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Thursday, April 18, 2013

Women Volunteers

By Barbara Maling, R.N., M.S.N., A.C.N.P.

. . . Many women volunteers were devoted caretakers and their contributions were significant. Many Civil War histories refer to women visiting hospitals but do not classify them as nursing staff. These women performed limited nursing activities such as feeding soldiers too weak to feed themselves, writing letters for soldiers, and preparing food.

. . . Many brave women during the Civil War, including those in Charlottesville, defied initial objections against "refined ladies" taking care of strangrs and nursing in military hospitals. They braved the frowns of those around them to volunteer their nursing services despite risk of disease and physical harm to themselves. . . In doing this they overcsme prejudices of many who initially opposed their presence among the wounded and ill.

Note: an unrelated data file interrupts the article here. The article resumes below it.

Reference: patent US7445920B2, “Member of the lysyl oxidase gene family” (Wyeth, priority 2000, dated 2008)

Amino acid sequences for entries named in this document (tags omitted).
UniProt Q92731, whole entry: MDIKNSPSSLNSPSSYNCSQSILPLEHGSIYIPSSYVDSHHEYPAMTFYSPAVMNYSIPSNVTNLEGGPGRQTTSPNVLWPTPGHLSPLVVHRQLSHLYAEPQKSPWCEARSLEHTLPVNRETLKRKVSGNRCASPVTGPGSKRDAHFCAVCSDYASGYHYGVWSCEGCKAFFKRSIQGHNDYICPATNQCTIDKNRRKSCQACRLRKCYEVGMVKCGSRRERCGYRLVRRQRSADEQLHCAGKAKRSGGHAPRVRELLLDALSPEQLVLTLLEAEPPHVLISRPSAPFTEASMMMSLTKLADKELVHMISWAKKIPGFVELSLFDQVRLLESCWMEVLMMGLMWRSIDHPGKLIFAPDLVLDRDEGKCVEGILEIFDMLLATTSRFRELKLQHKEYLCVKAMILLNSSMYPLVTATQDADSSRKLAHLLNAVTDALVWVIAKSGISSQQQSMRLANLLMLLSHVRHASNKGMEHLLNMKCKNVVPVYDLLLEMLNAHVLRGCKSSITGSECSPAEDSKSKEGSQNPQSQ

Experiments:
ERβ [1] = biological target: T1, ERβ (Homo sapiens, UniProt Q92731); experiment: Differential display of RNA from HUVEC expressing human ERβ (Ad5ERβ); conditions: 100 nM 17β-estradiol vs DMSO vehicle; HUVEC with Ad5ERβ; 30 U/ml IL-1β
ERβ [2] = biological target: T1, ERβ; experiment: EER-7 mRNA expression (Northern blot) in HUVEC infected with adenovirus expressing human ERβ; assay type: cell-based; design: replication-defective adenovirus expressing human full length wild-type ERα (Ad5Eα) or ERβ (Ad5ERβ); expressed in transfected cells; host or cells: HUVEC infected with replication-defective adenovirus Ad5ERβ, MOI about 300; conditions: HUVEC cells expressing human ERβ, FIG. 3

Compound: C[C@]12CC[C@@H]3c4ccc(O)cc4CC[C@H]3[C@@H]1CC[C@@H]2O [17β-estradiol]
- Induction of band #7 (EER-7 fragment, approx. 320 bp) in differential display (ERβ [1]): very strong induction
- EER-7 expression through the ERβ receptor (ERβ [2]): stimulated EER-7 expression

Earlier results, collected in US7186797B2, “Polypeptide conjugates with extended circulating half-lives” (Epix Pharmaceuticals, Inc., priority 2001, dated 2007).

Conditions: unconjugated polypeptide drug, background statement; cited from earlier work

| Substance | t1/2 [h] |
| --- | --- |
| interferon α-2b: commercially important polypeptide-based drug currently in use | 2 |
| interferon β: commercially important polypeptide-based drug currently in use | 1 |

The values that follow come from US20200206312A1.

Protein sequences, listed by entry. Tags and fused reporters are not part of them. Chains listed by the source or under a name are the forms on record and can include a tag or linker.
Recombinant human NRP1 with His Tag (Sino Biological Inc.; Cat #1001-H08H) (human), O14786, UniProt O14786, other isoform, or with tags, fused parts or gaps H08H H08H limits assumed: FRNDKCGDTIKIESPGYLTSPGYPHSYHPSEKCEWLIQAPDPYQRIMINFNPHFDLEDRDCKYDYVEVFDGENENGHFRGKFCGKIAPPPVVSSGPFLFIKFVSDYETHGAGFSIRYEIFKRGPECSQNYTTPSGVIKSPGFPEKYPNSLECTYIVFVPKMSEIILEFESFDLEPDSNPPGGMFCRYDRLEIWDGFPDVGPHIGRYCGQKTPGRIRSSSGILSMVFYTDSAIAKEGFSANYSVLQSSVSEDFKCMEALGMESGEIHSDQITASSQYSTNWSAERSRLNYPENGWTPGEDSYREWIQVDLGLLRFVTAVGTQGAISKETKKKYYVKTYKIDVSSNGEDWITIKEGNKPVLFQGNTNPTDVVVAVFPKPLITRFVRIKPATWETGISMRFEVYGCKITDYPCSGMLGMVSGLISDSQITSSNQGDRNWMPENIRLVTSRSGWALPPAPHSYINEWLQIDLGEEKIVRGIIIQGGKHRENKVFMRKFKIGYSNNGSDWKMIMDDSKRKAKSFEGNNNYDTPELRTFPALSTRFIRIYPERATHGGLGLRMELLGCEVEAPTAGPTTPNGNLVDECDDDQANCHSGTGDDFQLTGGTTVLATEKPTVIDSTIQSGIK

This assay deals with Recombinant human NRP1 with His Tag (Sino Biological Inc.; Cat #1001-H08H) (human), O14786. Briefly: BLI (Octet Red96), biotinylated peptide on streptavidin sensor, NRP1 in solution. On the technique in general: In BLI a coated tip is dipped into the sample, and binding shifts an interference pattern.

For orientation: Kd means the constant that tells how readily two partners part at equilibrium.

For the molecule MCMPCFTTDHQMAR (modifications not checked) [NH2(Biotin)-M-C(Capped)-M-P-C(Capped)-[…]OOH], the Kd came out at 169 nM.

(Excerpted from: "Women Providing Nursing Care in Charlottesville during The American Civil War, 1861-1865") "The Journal of Civil War Medicine, Vol. 12, No. 4

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